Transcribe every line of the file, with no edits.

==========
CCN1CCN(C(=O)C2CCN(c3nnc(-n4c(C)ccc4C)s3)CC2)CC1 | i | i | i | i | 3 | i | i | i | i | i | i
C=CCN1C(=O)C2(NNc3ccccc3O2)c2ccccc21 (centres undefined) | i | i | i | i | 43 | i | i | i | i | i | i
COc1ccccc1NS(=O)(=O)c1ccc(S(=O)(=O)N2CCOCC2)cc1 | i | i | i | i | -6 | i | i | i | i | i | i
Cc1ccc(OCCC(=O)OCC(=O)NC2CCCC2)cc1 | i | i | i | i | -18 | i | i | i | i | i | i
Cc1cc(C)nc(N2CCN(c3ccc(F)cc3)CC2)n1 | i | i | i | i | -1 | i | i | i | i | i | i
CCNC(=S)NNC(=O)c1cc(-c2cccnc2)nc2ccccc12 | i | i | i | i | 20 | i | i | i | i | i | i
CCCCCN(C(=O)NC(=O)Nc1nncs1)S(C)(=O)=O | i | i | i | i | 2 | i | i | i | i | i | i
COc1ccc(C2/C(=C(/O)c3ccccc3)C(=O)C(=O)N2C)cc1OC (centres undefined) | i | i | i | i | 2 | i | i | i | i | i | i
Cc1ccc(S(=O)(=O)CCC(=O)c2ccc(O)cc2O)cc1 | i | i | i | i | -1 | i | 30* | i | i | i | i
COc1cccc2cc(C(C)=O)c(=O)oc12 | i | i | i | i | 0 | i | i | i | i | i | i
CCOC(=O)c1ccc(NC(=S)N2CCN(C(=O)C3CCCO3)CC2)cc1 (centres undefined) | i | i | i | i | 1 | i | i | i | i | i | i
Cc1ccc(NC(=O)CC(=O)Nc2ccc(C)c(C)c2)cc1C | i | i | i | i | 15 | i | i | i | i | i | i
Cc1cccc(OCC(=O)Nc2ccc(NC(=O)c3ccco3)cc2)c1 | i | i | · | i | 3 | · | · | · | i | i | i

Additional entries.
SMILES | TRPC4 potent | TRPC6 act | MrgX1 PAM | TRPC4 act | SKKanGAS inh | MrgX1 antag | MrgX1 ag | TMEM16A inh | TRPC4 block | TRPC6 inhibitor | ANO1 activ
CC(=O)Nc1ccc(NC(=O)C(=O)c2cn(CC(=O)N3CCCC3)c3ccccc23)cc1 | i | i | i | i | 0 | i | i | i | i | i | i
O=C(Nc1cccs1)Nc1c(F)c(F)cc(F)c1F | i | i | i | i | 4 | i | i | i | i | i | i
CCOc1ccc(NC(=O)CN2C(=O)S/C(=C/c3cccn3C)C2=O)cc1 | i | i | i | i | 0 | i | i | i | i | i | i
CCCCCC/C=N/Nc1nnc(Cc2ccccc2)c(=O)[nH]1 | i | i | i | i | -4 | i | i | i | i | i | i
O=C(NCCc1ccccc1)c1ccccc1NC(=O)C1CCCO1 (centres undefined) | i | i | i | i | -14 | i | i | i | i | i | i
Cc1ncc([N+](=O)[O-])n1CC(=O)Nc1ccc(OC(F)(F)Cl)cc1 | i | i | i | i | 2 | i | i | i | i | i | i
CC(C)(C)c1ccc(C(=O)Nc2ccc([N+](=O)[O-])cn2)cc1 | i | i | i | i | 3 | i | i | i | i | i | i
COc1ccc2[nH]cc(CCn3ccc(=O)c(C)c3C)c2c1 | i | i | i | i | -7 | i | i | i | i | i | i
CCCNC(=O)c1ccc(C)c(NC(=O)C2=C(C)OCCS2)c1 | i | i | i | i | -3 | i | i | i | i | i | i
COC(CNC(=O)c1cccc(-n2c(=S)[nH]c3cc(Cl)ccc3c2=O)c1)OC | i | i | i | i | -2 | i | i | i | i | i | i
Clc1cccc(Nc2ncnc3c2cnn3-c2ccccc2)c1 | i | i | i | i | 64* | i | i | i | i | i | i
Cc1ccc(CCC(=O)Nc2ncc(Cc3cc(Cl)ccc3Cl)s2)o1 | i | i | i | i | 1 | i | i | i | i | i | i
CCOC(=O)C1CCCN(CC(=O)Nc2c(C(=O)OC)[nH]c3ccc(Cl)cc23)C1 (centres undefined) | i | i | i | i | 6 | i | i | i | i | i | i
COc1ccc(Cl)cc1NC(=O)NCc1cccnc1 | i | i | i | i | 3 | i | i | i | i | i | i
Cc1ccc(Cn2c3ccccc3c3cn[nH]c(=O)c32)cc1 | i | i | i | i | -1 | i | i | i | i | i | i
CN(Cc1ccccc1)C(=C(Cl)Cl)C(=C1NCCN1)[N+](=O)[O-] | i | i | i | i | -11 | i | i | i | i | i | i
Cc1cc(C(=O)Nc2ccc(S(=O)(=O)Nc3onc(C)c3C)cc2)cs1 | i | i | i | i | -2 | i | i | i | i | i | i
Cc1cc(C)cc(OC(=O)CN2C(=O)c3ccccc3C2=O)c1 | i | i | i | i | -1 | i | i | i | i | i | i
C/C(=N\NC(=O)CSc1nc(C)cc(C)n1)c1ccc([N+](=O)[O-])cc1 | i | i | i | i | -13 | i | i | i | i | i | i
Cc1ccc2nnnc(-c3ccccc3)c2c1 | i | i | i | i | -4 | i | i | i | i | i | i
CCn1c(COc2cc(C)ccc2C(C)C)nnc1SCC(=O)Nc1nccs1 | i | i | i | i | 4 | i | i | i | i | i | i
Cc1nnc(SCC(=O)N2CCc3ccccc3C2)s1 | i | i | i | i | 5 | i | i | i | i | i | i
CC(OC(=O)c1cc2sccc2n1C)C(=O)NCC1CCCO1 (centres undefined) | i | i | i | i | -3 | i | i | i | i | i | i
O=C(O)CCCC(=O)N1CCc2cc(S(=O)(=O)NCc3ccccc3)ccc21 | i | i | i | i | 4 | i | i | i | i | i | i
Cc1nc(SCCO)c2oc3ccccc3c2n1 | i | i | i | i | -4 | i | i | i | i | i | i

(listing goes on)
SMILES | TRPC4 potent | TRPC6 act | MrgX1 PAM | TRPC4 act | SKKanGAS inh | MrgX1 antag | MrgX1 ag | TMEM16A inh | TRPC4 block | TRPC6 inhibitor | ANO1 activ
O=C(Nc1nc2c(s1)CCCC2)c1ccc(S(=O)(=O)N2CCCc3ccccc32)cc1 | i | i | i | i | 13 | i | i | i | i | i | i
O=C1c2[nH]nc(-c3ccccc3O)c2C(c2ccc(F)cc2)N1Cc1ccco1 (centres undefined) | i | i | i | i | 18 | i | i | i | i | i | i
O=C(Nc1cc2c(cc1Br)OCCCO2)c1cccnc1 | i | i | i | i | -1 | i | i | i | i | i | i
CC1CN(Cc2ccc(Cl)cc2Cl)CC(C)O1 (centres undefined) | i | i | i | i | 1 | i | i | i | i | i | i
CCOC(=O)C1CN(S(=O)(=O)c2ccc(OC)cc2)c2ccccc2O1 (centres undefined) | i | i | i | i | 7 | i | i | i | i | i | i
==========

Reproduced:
CCN1CCN(C(=O)C2CCN(c3nnc(-n4c(C)ccc4C)s3)CC2)CC1 | i | i | i | i | 3 | i | i | i | i | i | i
C=CCN1C(=O)C2(NNc3ccccc3O2)c2ccccc21 (centres undefined) | i | i | i | i | 43 | i | i | i | i | i | i
COc1ccccc1NS(=O)(=O)c1ccc(S(=O)(=O)N2CCOCC2)cc1 | i | i | i | i | -6 | i | i | i | i | i | i
Cc1ccc(OCCC(=O)OCC(=O)NC2CCCC2)cc1 | i | i | i | i | -18 | i | i | i | i | i | i
Cc1cc(C)nc(N2CCN(c3ccc(F)cc3)CC2)n1 | i | i | i | i | -1 | i | i | i | i | i | i
CCNC(=S)NNC(=O)c1cc(-c2cccnc2)nc2ccccc12 | i | i | i | i | 20 | i | i | i | i | i | i
CCCCCN(C(=O)NC(=O)Nc1nncs1)S(C)(=O)=O | i | i | i | i | 2 | i | i | i | i | i | i
COc1ccc(C2/C(=C(/O)c3ccccc3)C(=O)C(=O)N2C)cc1OC (centres undefined) | i | i | i | i | 2 | i | i | i | i | i | i
Cc1ccc(S(=O)(=O)CCC(=O)c2ccc(O)cc2O)cc1 | i | i | i | i | -1 | i | 30* | i | i | i | i
COc1cccc2cc(C(C)=O)c(=O)oc12 | i | i | i | i | 0 | i | i | i | i | i | i
CCOC(=O)c1ccc(NC(=S)N2CCN(C(=O)C3CCCO3)CC2)cc1 (centres undefined) | i | i | i | i | 1 | i | i | i | i | i | i
Cc1ccc(NC(=O)CC(=O)Nc2ccc(C)c(C)c2)cc1C | i | i | i | i | 15 | i | i | i | i | i | i
Cc1cccc(OCC(=O)Nc2ccc(NC(=O)c3ccco3)cc2)c1 | i | i | · | i | 3 | · | · | · | i | i | i

Additional entries.
SMILES | TRPC4 potent | TRPC6 act | MrgX1 PAM | TRPC4 act | SKKanGAS inh | MrgX1 antag | MrgX1 ag | TMEM16A inh | TRPC4 block | TRPC6 inhibitor | ANO1 activ
CC(=O)Nc1ccc(NC(=O)C(=O)c2cn(CC(=O)N3CCCC3)c3ccccc23)cc1 | i | i | i | i | 0 | i | i | i | i | i | i
O=C(Nc1cccs1)Nc1c(F)c(F)cc(F)c1F | i | i | i | i | 4 | i | i | i | i | i | i
CCOc1ccc(NC(=O)CN2C(=O)S/C(=C/c3cccn3C)C2=O)cc1 | i | i | i | i | 0 | i | i | i | i | i | i
CCCCCC/C=N/Nc1nnc(Cc2ccccc2)c(=O)[nH]1 | i | i | i | i | -4 | i | i | i | i | i | i
O=C(NCCc1ccccc1)c1ccccc1NC(=O)C1CCCO1 (centres undefined) | i | i | i | i | -14 | i | i | i | i | i | i
Cc1ncc([N+](=O)[O-])n1CC(=O)Nc1ccc(OC(F)(F)Cl)cc1 | i | i | i | i | 2 | i | i | i | i | i | i
CC(C)(C)c1ccc(C(=O)Nc2ccc([N+](=O)[O-])cn2)cc1 | i | i | i | i | 3 | i | i | i | i | i | i
COc1ccc2[nH]cc(CCn3ccc(=O)c(C)c3C)c2c1 | i | i | i | i | -7 | i | i | i | i | i | i
CCCNC(=O)c1ccc(C)c(NC(=O)C2=C(C)OCCS2)c1 | i | i | i | i | -3 | i | i | i | i | i | i
COC(CNC(=O)c1cccc(-n2c(=S)[nH]c3cc(Cl)ccc3c2=O)c1)OC | i | i | i | i | -2 | i | i | i | i | i | i
Clc1cccc(Nc2ncnc3c2cnn3-c2ccccc2)c1 | i | i | i | i | 64* | i | i | i | i | i | i
Cc1ccc(CCC(=O)Nc2ncc(Cc3cc(Cl)ccc3Cl)s2)o1 | i | i | i | i | 1 | i | i | i | i | i | i
CCOC(=O)C1CCCN(CC(=O)Nc2c(C(=O)OC)[nH]c3ccc(Cl)cc23)C1 (centres undefined) | i | i | i | i | 6 | i | i | i | i | i | i
COc1ccc(Cl)cc1NC(=O)NCc1cccnc1 | i | i | i | i | 3 | i | i | i | i | i | i
Cc1ccc(Cn2c3ccccc3c3cn[nH]c(=O)c32)cc1 | i | i | i | i | -1 | i | i | i | i | i | i
CN(Cc1ccccc1)C(=C(Cl)Cl)C(=C1NCCN1)[N+](=O)[O-] | i | i | i | i | -11 | i | i | i | i | i | i
Cc1cc(C(=O)Nc2ccc(S(=O)(=O)Nc3onc(C)c3C)cc2)cs1 | i | i | i | i | -2 | i | i | i | i | i | i
Cc1cc(C)cc(OC(=O)CN2C(=O)c3ccccc3C2=O)c1 | i | i | i | i | -1 | i | i | i | i | i | i
C/C(=N\NC(=O)CSc1nc(C)cc(C)n1)c1ccc([N+](=O)[O-])cc1 | i | i | i | i | -13 | i | i | i | i | i | i
Cc1ccc2nnnc(-c3ccccc3)c2c1 | i | i | i | i | -4 | i | i | i | i | i | i
CCn1c(COc2cc(C)ccc2C(C)C)nnc1SCC(=O)Nc1nccs1 | i | i | i | i | 4 | i | i | i | i | i | i
Cc1nnc(SCC(=O)N2CCc3ccccc3C2)s1 | i | i | i | i | 5 | i | i | i | i | i | i
CC(OC(=O)c1cc2sccc2n1C)C(=O)NCC1CCCO1 (centres undefined) | i | i | i | i | -3 | i | i | i | i | i | i
O=C(O)CCCC(=O)N1CCc2cc(S(=O)(=O)NCc3ccccc3)ccc21 | i | i | i | i | 4 | i | i | i | i | i | i
Cc1nc(SCCO)c2oc3ccccc3c2n1 | i | i | i | i | -4 | i | i | i | i | i | i

(listing goes on)
SMILES | TRPC4 potent | TRPC6 act | MrgX1 PAM | TRPC4 act | SKKanGAS inh | MrgX1 antag | MrgX1 ag | TMEM16A inh | TRPC4 block | TRPC6 inhibitor | ANO1 activ
O=C(Nc1nc2c(s1)CCCC2)c1ccc(S(=O)(=O)N2CCCc3ccccc32)cc1 | i | i | i | i | 13 | i | i | i | i | i | i
O=C1c2[nH]nc(-c3ccccc3O)c2C(c2ccc(F)cc2)N1Cc1ccco1 (centres undefined) | i | i | i | i | 18 | i | i | i | i | i | i
O=C(Nc1cc2c(cc1Br)OCCCO2)c1cccnc1 | i | i | i | i | -1 | i | i | i | i | i | i
CC1CN(Cc2ccc(Cl)cc2Cl)CC(C)O1 (centres undefined) | i | i | i | i | 1 | i | i | i | i | i | i
CCOC(=O)C1CN(S(=O)(=O)c2ccc(OC)cc2)c2ccccc2O1 (centres undefined) | i | i | i | i | 7 | i | i | i | i | i | i